Past Research

Preferences for Suspense and Surprise in a Massive Online Computer Game

Paola Giuliano | Joint research with Ashvin Gandhi, Ph.D.

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Abstract: What determines the entertainment value of a game? Ely, Frankel and Kamenica (2015) develop a formal model of suspense and surprise for analyzing entertainment value. We plan to apply their methodology using data from the video game League of Legends, a popular online game that combines real-time strategy, role-playing game elements and team coordination. League of Legends presents an ideal context to study the effects of suspense and surprise on enjoyment and engagement in leisure activities. In each of League of Legends’s matches the two potential outcomes are that one team (say, the Blue team) wins or loses. A period in a match has more suspense if the variance of the next period's probability that Blue Team wins is greater. A period has more surprise if the probability that Blue team wins is further from the last period's probability. Unlike typical sporting events, the people engaged in the game are predominantly players, not fans, and they exhibit measurable behavior. This allows us to link suspense and surprise of a match to an immediate objective behavior, such as player continuation. In addition, self-reported responses to “fun” surveys are recorded and constitute a way to measure enjoyment. In order to perform this analysis, we have acquired a unique dataset containing nearly 200 variables from Riot Games Inc., characterizing the minute-by-minute state (position, gold, experience, etc.) of approximately 10 million games. Our data also indicate whether players played prior to the observed game and continued with additional games afterward. For a small subset of the data, we also observe surveyed enjoyment.

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Advertising Strategy in the Presence of Reviews: An Empirical Analysis

Brett Hollenbeck | Joint research with Sridhar Moorthy, Ph.D., and Davide Proserpio, Ph.D.

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Abstract: We study the relationship between online reviews and advertising spending in the hotel industry. Combining a dataset of TripAdvisor reviews with other datasets describing these hotels’ advertising expenditures, we show, first, that online ratings have a causal demand-side effect on ad spending. Second, this effect is negative: Hotels with higher ratings spend less on advertising than hotels with lower ratings. This suggests that hotels treat TripAdvisor ratings and advertising spending as substitutes, not complements. Third, the relationship is stronger for independent hotels than for chains, and stronger in less differentiated markets than in more differentiated markets. The former suggests that a strong brand name continues to provide some immunity to reviews, and the latter suggests that the advertising response is stronger when ratings are more likely to be pivotal. Finally, we show that the relationship between online ratings and advertising has strengthened over time, just as TripAdvisor has become more popular, implying that firms respond to online reviews if and only if consumers respond to them.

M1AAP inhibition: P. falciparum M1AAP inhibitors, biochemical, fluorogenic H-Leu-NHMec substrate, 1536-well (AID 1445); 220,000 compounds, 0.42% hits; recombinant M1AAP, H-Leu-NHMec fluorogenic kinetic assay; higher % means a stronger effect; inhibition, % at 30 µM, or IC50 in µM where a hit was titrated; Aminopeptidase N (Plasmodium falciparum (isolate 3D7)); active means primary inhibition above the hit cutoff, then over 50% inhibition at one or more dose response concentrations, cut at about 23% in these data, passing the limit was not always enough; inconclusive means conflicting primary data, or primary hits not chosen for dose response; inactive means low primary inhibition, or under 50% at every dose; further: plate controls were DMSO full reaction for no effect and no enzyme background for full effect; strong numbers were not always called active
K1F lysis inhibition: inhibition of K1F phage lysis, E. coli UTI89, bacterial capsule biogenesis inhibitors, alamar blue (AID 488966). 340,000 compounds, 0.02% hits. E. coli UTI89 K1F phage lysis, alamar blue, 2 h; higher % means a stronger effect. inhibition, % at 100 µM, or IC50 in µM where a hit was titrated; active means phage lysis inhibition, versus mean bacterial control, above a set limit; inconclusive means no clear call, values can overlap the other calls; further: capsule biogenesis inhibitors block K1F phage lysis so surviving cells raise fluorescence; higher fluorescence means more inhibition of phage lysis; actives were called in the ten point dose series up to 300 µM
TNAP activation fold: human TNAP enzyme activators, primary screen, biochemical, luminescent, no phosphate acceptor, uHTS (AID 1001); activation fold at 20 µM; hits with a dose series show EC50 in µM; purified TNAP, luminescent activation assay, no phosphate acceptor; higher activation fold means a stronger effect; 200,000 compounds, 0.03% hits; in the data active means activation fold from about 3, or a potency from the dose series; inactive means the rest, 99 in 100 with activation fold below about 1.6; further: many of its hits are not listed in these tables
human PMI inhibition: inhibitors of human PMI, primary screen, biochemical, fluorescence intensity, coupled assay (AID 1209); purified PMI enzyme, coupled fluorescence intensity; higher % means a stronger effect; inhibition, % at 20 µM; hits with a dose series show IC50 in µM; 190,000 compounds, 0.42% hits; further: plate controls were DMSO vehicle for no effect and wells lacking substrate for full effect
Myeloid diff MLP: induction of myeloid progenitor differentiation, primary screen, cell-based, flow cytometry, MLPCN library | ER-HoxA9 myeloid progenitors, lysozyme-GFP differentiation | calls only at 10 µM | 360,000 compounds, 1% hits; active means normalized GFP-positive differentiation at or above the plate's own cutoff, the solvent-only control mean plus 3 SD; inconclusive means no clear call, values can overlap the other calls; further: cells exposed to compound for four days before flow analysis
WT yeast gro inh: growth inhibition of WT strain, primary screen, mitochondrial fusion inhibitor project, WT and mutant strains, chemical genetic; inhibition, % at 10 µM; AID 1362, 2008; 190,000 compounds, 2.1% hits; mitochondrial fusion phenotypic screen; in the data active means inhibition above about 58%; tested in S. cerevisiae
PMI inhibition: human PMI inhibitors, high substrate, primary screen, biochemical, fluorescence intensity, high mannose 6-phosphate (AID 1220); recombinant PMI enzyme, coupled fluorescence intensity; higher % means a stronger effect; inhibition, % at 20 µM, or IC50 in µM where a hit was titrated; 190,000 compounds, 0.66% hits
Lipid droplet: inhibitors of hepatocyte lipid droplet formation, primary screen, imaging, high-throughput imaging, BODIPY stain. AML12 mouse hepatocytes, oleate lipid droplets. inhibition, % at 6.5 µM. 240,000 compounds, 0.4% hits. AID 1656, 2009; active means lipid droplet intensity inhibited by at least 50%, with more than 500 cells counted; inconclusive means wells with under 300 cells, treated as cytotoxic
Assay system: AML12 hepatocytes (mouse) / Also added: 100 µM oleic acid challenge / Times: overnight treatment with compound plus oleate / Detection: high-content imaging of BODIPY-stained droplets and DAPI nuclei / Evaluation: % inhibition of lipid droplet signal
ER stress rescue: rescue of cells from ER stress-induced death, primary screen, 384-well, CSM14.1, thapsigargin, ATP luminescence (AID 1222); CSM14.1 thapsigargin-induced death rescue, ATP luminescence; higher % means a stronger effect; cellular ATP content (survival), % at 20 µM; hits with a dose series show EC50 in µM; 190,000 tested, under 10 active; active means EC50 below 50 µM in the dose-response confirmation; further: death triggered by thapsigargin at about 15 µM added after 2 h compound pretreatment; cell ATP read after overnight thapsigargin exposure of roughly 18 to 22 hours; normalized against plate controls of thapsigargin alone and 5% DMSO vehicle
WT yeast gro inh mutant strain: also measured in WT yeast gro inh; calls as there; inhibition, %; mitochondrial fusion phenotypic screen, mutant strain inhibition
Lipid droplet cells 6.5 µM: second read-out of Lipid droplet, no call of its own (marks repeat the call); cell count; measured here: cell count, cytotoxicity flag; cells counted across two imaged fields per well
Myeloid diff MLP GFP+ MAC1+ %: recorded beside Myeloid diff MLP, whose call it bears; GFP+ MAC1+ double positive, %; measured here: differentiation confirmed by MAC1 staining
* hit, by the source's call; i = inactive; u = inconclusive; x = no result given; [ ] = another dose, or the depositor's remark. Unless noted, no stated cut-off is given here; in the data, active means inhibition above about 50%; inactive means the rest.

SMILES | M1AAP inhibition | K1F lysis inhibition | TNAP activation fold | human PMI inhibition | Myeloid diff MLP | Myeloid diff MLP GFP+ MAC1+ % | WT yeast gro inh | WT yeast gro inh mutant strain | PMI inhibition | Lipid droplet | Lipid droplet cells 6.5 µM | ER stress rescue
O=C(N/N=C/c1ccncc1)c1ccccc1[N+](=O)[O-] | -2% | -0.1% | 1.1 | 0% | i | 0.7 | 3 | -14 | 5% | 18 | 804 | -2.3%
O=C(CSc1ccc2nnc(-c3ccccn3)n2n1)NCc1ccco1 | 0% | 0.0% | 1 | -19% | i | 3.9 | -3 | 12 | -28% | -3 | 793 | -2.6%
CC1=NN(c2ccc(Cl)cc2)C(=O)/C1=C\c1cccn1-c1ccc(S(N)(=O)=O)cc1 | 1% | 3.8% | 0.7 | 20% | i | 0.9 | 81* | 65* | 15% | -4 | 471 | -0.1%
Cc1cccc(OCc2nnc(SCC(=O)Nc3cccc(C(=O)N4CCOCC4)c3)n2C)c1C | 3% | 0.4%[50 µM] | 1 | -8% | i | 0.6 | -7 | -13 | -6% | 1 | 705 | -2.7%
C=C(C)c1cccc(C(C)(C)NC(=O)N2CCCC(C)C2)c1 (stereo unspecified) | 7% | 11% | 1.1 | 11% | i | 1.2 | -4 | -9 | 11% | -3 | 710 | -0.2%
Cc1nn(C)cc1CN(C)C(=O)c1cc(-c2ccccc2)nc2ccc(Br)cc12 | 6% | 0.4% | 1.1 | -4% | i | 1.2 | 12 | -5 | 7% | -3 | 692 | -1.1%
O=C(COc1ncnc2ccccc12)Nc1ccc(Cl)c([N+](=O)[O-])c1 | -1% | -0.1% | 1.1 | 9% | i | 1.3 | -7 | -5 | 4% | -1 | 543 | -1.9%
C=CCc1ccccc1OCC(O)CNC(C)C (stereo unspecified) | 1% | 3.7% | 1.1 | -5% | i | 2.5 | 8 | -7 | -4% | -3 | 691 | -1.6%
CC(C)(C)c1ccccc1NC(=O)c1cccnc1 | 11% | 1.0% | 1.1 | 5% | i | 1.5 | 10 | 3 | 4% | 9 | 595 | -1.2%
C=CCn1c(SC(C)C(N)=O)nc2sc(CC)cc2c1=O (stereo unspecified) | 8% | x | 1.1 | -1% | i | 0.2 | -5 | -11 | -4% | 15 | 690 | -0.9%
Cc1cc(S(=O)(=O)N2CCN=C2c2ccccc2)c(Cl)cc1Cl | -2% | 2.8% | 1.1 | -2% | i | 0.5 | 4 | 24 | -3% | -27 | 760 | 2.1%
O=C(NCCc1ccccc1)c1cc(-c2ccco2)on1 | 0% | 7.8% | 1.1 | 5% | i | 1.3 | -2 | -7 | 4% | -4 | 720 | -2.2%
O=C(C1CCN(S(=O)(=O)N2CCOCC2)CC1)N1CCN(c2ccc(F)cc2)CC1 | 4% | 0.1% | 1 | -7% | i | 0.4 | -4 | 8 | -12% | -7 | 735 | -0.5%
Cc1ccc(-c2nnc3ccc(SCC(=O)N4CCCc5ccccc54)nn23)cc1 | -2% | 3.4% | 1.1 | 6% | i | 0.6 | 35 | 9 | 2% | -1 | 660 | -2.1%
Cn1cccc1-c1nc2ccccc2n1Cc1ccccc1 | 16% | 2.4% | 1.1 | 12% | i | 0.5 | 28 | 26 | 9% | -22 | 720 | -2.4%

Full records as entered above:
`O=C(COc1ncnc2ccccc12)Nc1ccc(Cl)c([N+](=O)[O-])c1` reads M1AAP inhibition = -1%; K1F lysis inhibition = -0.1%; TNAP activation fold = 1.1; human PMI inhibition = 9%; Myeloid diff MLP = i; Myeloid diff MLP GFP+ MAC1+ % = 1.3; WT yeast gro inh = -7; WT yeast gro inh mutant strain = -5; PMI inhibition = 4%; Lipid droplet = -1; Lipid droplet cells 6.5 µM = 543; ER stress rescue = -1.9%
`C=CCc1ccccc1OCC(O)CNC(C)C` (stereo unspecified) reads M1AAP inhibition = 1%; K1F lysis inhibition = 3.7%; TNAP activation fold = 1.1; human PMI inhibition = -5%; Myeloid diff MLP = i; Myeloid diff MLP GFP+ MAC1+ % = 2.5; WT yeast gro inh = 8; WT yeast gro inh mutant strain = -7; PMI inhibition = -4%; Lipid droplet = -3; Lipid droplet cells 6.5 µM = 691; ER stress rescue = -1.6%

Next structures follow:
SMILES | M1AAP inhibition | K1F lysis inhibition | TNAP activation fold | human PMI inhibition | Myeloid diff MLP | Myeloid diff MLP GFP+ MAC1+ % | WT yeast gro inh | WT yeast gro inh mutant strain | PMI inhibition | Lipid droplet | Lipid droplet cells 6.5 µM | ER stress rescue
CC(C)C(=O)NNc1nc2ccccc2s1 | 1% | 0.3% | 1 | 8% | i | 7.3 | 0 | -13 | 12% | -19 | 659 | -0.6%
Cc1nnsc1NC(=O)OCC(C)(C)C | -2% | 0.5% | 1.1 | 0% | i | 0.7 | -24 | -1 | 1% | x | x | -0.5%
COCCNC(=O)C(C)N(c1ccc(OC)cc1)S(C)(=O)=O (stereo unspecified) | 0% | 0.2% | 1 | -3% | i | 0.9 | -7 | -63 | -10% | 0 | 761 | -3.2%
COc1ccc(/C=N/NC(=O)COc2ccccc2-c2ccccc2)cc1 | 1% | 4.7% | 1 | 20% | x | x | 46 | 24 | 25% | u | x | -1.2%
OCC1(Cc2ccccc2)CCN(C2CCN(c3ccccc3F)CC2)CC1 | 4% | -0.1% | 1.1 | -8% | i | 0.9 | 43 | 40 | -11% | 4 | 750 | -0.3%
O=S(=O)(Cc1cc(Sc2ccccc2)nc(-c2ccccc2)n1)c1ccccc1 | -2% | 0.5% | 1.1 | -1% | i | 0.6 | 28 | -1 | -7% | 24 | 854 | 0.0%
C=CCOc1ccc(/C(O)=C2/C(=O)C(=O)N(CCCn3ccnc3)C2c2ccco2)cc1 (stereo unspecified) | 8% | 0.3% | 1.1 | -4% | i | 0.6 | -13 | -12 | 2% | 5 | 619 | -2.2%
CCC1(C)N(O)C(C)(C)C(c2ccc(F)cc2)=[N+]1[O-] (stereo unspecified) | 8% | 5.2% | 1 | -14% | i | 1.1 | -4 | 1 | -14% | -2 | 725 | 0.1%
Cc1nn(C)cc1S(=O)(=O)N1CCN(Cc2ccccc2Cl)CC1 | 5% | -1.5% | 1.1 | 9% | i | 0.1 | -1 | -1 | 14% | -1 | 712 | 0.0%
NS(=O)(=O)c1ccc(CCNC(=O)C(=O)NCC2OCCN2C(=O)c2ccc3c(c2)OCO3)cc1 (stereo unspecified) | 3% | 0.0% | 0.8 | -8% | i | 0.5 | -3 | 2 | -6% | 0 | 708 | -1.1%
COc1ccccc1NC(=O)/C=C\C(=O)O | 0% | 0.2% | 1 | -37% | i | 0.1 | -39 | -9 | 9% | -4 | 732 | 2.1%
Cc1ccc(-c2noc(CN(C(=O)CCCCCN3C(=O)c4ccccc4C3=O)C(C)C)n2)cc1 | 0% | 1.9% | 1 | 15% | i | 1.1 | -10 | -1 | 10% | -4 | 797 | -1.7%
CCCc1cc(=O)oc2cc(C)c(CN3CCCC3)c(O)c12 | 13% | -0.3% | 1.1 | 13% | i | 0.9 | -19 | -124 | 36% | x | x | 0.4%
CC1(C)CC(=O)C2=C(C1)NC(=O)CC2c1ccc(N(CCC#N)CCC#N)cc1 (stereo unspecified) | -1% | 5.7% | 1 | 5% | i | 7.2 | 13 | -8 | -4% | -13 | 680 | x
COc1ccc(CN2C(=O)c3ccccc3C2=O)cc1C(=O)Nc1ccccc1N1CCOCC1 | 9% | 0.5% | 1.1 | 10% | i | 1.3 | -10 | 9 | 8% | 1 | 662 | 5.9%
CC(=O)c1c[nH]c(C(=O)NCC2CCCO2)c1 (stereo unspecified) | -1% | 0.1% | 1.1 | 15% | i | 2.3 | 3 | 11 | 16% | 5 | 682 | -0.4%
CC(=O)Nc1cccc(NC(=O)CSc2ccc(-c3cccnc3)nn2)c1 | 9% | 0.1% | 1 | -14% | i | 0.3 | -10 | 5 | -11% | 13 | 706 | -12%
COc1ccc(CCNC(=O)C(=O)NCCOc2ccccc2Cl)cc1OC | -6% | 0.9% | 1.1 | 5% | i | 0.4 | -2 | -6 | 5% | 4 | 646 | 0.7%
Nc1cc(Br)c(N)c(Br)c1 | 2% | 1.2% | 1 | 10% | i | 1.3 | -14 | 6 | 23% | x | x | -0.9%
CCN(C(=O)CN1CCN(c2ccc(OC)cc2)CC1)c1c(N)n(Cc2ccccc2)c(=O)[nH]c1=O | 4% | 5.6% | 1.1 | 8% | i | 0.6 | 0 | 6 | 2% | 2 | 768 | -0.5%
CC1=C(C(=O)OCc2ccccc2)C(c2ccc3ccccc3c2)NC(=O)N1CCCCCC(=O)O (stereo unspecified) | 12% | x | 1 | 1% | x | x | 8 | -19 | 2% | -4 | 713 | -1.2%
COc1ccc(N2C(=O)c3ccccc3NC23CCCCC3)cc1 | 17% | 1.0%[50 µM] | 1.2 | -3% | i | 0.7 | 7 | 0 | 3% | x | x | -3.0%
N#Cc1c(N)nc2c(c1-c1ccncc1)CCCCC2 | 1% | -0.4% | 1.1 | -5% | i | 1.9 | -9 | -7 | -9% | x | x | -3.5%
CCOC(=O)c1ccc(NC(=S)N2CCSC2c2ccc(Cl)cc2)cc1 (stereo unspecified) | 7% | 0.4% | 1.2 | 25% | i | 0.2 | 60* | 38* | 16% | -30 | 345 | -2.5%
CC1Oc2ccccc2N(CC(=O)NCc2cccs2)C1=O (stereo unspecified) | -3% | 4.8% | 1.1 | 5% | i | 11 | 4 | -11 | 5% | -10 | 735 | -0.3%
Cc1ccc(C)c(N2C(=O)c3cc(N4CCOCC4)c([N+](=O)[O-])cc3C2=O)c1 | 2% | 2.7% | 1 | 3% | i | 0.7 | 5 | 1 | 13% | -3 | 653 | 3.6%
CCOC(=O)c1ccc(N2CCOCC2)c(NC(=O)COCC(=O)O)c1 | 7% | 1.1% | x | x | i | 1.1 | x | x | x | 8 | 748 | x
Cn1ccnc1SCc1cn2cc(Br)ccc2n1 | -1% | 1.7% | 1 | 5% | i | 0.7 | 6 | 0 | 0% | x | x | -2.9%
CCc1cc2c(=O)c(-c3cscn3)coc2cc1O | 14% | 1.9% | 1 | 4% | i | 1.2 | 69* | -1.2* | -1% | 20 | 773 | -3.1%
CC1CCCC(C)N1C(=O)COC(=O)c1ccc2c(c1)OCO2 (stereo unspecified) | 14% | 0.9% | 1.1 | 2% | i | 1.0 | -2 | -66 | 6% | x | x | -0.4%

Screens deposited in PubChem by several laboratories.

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Taxation and Market Power in the Legal Marijuana Industry

Brett Hollenbeck | Joint research with Kosuke Uetake, Ph.D.

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Abstract: In 2012, the state of Washington created a legal framework for production and retail sales of marijuana. Ten other U.S. states and Canada have followed. These states hope to generate tax revenue for their state budgets while limiting harms associated with marijuana sales and consumption. We use a unique administrative dataset containing all transactions in the history of the industry in Washington to evaluate the effectiveness of different tax and regulatory policies under consideration by policymakers and study the role of imperfect competition in determining these results. We use both a reduced form sufficient statistic approach and structural methods to show a number of results. First, Washington’s strict cap on firm entry has resulted in retailers with substantial market power. This market power has immediate consequences for both state tax revenue and consumer welfare. Second, because these entry restrictions have caused retailers to behave like local monopolists, the state could substantially increase revenue generated from marijuana legalization by acting as the retailer itself, as it did for alcohol sales until 2012, without a large increase in prices. Third, despite having the nation’s highest tax rate at 37%, marijuana in Washington is not overtaxed, as many policymakers in other states have argued. The high taxes do not result in lower revenue or a substantial black market. Instead, Washington is still on the upward-sloping portion of the Laffer curve, and the amount of revenue generated by a tax increase is significantly larger due to retailer market power than it would be under perfect competition. Our results suggest there is not widely available black market marijuana competing with legal retail sales. Finally, the high excise tax is primarily borne by consumers and not by firms, and there is a large social cost associated with each dollar raised.